What if your handy, helpful home device was putting your family in danger? Australia has responded with a ‘voluntary code’ for companies to implement.
Amazon’s first home device Alexa was launched in November 2014 and has since become a household staple. As a virtual assistant, it’s voice controlled and responds to a variety of commands. Besides being able to play music on demand, it can also read aloud various news articles and headlines, order things online, tell you the weather, and if you have the appropriate home devices, turn on and off lights, power and electronic switches.
Its handiness however, does not come without its faults. In the last five years, with the emergence of newer, different home devices, a growing concern revolving around cyber crime and safety has been brought to the forefront.
Research conducted by the Berlin based company Security Research Labs explains that at home devices can act as “smart spies” and allow “third-party developers access to user inputs” which puts homes at risk of stalking, hacking and identity theft.
The labs found they could “compromise the data privacy of users” by requesting and collecting “personal data including user passwords” and “eavesdrop on users after they believed the smart speaker had stopped listening.”
Australia’s response to such concerns has resulted in Tuesday’s Home Affairs Industry Summit in Melbourne. Its launch for the 2020 Cyber Security Strategy is in combination with Peter Dutton’s unveiling of a voluntary code that was developed alongside Australian Cyber Security Centre called the “Internet of Things Code of Practice.”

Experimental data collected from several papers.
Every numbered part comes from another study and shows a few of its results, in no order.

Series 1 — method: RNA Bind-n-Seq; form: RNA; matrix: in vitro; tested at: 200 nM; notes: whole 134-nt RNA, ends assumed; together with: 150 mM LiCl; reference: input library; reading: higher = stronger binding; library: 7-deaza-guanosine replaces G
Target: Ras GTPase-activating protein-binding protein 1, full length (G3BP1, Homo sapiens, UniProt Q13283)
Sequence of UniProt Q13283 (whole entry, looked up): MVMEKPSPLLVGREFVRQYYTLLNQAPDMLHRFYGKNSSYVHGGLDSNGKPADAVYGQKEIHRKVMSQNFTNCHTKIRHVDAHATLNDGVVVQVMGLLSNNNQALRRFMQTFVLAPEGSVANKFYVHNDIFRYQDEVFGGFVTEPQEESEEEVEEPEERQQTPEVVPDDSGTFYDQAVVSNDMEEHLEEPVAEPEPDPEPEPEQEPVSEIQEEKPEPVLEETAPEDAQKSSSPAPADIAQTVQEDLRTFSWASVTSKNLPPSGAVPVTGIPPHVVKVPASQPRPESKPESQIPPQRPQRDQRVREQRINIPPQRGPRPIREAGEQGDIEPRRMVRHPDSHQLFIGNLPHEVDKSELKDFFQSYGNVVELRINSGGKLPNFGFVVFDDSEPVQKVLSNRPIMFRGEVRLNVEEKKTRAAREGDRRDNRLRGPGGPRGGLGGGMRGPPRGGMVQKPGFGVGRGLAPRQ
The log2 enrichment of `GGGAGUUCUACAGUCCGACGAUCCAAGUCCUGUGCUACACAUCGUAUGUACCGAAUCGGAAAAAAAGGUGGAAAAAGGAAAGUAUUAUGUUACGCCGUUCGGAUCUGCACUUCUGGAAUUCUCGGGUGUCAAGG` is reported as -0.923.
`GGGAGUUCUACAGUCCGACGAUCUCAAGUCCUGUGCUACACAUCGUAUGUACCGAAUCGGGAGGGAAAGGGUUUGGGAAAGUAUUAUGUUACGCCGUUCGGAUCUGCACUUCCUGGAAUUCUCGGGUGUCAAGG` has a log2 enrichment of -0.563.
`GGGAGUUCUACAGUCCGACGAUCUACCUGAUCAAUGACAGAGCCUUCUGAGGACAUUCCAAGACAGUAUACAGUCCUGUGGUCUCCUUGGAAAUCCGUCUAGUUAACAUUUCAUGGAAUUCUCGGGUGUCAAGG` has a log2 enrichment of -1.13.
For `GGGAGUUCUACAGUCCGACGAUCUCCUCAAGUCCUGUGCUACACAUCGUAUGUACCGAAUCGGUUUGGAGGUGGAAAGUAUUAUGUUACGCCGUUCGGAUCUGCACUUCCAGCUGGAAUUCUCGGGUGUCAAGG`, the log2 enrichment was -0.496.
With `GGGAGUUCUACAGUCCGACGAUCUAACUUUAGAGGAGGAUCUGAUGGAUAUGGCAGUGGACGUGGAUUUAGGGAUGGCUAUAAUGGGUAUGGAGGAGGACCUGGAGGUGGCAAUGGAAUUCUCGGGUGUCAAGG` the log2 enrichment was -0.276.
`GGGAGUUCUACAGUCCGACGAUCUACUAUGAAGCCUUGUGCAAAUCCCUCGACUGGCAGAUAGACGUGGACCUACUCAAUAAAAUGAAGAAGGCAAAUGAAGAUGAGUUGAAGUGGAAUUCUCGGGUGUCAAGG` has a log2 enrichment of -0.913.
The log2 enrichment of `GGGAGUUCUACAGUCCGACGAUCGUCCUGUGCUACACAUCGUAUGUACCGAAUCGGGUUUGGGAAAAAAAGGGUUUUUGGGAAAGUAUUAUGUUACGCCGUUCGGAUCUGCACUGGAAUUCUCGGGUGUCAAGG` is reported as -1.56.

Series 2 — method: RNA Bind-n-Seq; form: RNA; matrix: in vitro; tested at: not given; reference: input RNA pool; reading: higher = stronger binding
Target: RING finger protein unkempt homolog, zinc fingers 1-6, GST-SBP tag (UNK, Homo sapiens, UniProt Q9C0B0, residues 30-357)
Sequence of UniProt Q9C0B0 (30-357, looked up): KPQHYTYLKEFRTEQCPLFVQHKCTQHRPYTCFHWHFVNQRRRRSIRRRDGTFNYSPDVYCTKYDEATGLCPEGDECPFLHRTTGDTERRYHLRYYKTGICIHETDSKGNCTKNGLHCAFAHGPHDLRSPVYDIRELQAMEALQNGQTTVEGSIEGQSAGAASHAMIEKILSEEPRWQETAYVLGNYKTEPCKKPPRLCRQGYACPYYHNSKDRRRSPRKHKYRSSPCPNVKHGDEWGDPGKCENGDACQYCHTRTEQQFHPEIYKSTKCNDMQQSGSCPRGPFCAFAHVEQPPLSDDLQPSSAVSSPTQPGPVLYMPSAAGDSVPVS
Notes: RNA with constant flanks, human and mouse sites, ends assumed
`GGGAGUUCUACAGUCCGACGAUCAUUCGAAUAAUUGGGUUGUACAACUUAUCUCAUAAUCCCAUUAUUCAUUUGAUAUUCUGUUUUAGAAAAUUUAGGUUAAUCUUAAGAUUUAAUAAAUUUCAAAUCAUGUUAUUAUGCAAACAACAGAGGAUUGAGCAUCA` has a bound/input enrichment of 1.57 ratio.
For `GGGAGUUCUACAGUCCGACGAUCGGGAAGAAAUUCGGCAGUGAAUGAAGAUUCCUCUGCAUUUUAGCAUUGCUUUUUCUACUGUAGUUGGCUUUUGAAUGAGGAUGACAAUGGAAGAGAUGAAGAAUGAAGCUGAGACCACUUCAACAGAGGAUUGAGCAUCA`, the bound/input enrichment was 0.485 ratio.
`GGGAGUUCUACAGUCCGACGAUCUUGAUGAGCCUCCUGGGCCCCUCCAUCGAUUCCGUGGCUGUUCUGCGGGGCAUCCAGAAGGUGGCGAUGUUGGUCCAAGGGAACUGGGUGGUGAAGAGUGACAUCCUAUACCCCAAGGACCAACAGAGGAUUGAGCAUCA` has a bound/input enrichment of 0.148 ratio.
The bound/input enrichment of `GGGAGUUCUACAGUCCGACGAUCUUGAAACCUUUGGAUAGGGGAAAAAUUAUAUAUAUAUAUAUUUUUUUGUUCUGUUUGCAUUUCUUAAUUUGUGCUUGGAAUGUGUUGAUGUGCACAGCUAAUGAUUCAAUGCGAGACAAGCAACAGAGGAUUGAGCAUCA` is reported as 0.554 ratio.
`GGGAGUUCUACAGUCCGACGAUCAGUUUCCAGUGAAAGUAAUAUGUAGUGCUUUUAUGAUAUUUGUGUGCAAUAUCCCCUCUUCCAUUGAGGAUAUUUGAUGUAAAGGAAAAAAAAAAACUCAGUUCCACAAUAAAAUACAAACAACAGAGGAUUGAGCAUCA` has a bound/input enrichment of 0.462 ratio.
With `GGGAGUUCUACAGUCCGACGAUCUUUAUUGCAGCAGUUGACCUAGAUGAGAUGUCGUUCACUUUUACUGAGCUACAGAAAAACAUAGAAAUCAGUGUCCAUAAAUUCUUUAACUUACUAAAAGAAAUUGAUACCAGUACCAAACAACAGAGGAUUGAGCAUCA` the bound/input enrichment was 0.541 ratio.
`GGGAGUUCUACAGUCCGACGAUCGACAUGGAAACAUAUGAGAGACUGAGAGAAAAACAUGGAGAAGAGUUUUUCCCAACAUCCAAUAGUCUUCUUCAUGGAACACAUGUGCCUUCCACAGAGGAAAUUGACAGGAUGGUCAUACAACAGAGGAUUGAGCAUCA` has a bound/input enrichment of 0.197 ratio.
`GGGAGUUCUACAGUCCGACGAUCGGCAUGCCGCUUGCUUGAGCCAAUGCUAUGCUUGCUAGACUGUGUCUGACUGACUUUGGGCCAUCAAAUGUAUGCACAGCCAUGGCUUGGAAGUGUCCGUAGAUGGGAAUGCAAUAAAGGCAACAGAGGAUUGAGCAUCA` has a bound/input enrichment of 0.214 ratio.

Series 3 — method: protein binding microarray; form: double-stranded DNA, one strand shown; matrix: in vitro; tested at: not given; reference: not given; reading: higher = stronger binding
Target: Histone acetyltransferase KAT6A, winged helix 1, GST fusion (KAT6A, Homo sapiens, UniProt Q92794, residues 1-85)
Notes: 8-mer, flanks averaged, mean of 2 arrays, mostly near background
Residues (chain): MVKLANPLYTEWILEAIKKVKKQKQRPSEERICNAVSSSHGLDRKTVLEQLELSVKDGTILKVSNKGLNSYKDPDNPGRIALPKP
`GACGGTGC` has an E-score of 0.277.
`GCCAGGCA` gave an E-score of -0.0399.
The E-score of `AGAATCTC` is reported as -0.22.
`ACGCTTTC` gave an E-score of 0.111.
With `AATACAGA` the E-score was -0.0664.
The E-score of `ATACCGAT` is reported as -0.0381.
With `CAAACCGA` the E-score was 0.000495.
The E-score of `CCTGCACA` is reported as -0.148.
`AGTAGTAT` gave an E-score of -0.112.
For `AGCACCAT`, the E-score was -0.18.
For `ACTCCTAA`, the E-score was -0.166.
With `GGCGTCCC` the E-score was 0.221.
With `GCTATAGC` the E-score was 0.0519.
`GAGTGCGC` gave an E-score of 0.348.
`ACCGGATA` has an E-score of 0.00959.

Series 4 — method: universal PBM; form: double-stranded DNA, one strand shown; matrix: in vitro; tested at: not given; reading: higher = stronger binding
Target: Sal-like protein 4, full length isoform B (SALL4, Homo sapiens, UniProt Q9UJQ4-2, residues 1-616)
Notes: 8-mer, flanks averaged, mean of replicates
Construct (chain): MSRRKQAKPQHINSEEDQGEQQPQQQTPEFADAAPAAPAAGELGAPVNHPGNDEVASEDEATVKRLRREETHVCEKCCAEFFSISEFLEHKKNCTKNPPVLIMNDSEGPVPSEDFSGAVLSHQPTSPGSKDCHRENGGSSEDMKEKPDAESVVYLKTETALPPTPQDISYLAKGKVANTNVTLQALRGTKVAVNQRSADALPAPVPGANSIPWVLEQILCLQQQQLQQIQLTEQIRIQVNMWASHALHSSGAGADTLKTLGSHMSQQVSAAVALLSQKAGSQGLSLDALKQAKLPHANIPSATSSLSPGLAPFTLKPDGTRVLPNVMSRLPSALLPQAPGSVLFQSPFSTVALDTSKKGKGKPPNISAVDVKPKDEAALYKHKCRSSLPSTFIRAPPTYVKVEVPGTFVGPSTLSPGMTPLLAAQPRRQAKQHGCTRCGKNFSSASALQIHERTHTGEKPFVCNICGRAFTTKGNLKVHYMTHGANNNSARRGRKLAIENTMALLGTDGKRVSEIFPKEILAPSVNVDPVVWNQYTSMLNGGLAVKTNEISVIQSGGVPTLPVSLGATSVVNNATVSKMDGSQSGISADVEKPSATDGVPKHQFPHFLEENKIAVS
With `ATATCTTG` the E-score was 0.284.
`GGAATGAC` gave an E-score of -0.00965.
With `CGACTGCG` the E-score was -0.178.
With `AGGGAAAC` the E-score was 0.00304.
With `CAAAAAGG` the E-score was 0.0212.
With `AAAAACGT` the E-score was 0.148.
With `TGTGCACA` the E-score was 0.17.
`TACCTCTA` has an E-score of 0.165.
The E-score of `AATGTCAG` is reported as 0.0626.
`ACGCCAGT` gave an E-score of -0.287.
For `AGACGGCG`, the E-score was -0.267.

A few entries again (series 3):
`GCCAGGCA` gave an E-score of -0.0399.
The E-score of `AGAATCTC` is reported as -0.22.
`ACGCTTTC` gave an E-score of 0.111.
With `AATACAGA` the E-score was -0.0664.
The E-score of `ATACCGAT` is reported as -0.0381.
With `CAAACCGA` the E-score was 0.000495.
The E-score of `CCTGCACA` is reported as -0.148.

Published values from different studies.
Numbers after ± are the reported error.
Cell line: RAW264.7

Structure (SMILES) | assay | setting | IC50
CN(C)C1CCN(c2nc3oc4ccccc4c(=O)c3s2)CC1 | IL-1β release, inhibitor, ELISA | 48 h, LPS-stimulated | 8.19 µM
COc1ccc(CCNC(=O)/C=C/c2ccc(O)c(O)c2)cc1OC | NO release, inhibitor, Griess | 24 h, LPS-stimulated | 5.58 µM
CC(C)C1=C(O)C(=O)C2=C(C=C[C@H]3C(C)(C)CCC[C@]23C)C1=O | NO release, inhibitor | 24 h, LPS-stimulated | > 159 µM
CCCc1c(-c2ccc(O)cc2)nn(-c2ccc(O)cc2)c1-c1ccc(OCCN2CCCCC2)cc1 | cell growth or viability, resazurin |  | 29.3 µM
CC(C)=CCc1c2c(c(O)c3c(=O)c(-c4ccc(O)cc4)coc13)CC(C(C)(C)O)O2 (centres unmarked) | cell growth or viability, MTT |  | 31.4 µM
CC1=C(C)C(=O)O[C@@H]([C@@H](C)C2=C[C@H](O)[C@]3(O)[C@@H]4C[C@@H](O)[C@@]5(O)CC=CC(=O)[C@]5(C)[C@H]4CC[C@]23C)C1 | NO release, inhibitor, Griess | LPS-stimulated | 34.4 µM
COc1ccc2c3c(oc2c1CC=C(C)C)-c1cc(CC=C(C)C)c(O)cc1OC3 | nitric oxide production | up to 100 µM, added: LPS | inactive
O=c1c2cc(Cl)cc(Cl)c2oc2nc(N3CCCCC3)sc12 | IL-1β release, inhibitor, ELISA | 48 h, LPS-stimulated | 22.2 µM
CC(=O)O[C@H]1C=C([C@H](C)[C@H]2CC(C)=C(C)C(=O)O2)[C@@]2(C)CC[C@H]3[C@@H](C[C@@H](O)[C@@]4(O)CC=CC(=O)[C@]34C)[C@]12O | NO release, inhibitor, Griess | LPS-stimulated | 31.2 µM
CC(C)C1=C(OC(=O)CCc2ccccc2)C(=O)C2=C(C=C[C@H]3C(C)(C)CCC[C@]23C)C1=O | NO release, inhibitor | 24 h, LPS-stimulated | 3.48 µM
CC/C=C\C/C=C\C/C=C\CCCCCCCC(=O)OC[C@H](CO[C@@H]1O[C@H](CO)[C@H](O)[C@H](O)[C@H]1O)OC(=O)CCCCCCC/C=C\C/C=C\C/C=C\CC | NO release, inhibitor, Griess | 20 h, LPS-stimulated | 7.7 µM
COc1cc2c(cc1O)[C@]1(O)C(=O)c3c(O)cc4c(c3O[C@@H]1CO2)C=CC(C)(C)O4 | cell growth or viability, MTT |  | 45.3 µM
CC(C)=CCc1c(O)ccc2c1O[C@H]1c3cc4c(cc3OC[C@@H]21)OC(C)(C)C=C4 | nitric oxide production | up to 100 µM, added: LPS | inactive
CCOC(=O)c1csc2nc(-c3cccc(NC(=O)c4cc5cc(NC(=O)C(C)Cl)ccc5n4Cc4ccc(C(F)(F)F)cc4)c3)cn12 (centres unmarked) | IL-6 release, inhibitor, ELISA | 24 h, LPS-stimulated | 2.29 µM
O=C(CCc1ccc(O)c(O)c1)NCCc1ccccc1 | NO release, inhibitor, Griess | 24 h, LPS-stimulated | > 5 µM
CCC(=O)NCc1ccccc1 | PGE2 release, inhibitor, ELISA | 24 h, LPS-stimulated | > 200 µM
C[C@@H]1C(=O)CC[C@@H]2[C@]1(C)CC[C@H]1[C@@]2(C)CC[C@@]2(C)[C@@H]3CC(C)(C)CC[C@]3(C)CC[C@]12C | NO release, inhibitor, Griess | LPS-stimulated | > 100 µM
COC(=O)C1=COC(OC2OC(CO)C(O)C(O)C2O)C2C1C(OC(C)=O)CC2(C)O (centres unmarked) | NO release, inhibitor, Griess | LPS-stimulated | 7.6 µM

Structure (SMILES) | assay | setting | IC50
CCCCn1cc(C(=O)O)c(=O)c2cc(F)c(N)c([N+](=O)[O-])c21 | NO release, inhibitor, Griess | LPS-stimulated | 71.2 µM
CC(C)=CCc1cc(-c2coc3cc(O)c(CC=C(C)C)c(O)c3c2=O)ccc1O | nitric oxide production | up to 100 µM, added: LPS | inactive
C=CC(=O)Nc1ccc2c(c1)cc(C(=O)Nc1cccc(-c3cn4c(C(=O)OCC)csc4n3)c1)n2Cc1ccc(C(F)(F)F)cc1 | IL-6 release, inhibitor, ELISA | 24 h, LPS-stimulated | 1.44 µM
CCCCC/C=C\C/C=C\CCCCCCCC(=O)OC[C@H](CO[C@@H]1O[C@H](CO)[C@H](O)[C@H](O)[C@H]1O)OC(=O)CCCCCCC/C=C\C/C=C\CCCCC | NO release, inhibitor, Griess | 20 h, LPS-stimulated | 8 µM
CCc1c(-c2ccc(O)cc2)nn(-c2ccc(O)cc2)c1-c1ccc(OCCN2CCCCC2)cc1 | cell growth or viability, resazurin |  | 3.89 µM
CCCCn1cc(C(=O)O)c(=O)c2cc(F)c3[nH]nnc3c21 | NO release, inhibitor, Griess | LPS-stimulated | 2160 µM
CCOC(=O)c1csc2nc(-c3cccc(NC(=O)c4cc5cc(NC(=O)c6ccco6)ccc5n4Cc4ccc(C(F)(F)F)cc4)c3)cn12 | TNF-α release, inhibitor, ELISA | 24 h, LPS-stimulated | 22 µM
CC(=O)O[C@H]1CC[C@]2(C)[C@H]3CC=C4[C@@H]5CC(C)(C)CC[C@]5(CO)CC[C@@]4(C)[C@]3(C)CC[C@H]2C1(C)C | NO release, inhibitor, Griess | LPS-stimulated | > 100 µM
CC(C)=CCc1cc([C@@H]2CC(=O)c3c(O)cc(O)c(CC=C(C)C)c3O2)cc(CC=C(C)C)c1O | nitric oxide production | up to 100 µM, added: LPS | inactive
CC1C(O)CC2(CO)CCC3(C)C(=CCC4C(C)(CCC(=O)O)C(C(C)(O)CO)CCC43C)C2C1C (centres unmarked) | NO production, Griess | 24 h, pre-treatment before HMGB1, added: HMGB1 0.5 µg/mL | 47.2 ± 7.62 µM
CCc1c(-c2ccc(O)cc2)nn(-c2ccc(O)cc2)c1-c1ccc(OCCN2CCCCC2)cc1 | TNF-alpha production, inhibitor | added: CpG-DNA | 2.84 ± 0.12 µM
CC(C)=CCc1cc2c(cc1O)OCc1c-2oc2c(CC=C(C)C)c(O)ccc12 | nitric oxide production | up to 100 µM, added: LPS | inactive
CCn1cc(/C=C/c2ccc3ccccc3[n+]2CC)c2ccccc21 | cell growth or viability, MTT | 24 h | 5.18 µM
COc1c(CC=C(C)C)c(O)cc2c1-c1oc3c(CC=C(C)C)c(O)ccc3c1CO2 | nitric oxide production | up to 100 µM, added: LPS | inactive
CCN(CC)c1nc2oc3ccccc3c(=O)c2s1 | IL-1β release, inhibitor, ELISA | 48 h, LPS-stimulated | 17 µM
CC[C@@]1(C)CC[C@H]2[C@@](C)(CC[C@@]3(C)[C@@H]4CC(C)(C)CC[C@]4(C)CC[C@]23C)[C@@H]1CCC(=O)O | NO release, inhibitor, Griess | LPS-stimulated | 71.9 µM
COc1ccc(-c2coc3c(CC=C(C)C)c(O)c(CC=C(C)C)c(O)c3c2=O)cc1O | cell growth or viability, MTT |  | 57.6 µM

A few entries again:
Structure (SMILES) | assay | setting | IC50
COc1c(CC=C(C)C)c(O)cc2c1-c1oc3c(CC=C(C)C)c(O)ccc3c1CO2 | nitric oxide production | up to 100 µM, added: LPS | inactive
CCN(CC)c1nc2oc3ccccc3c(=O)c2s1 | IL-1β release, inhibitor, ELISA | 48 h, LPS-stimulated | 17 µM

The code requests that companies like Amazon adopt it by developing a “vulnerability disclosure policy.” This policy attempts to ensure the safety and security of Australians who have at home electronic devices like Amazon’s Alexa and Google’s Google Home. If Australia implements a protective industry code, it will join Britain in its attempt to crack down on cyber crime.
Cyber crime is rapidly increasing in Australia, especially with the development of new technologies. Dutton’s code could help to alleviate its consequences. On Tuesday, he said that “the threat from foreign interference is at an unacceptably high level.”
According to the Sydney Morning Herald: “A report released in August by research firm Security in Depth found reported cyber attacks against Australian businesses had increased more than 700 percent since February last year, costing the nation $7.8 billion.”
The Draft Code of Practice has 13 principles:
- No duplicated default or weak passwords
- Implement a vulnerability disclosure policy
- Keep software securely updated
- Securely store credentials and security-sensitivity data
- Ensure that personal data is protected
- Minimise exposed attack surfaces
- Ensure communication security
- Ensure software integrity
- Make systems resilient to outages
- Monitor system telemetry data
- Make it easy for consumers to delete personal data
- Make installation and maintenance of devices easy
- Validate input data
Whilst the code is important, it is only voluntary, and its effectiveness is not guaranteed. Companies like Amazon and Google Home can choose to ignore Dutton’s request, but even if they do implement the code, it is not guaranteed to create a barrier against cyber crime, especially with its advancement in the 21st century.
Would you reconsider owning a Google Home or Alexa device if you knew that people could hack in and listen to your conversations? Let us know in the comments down below!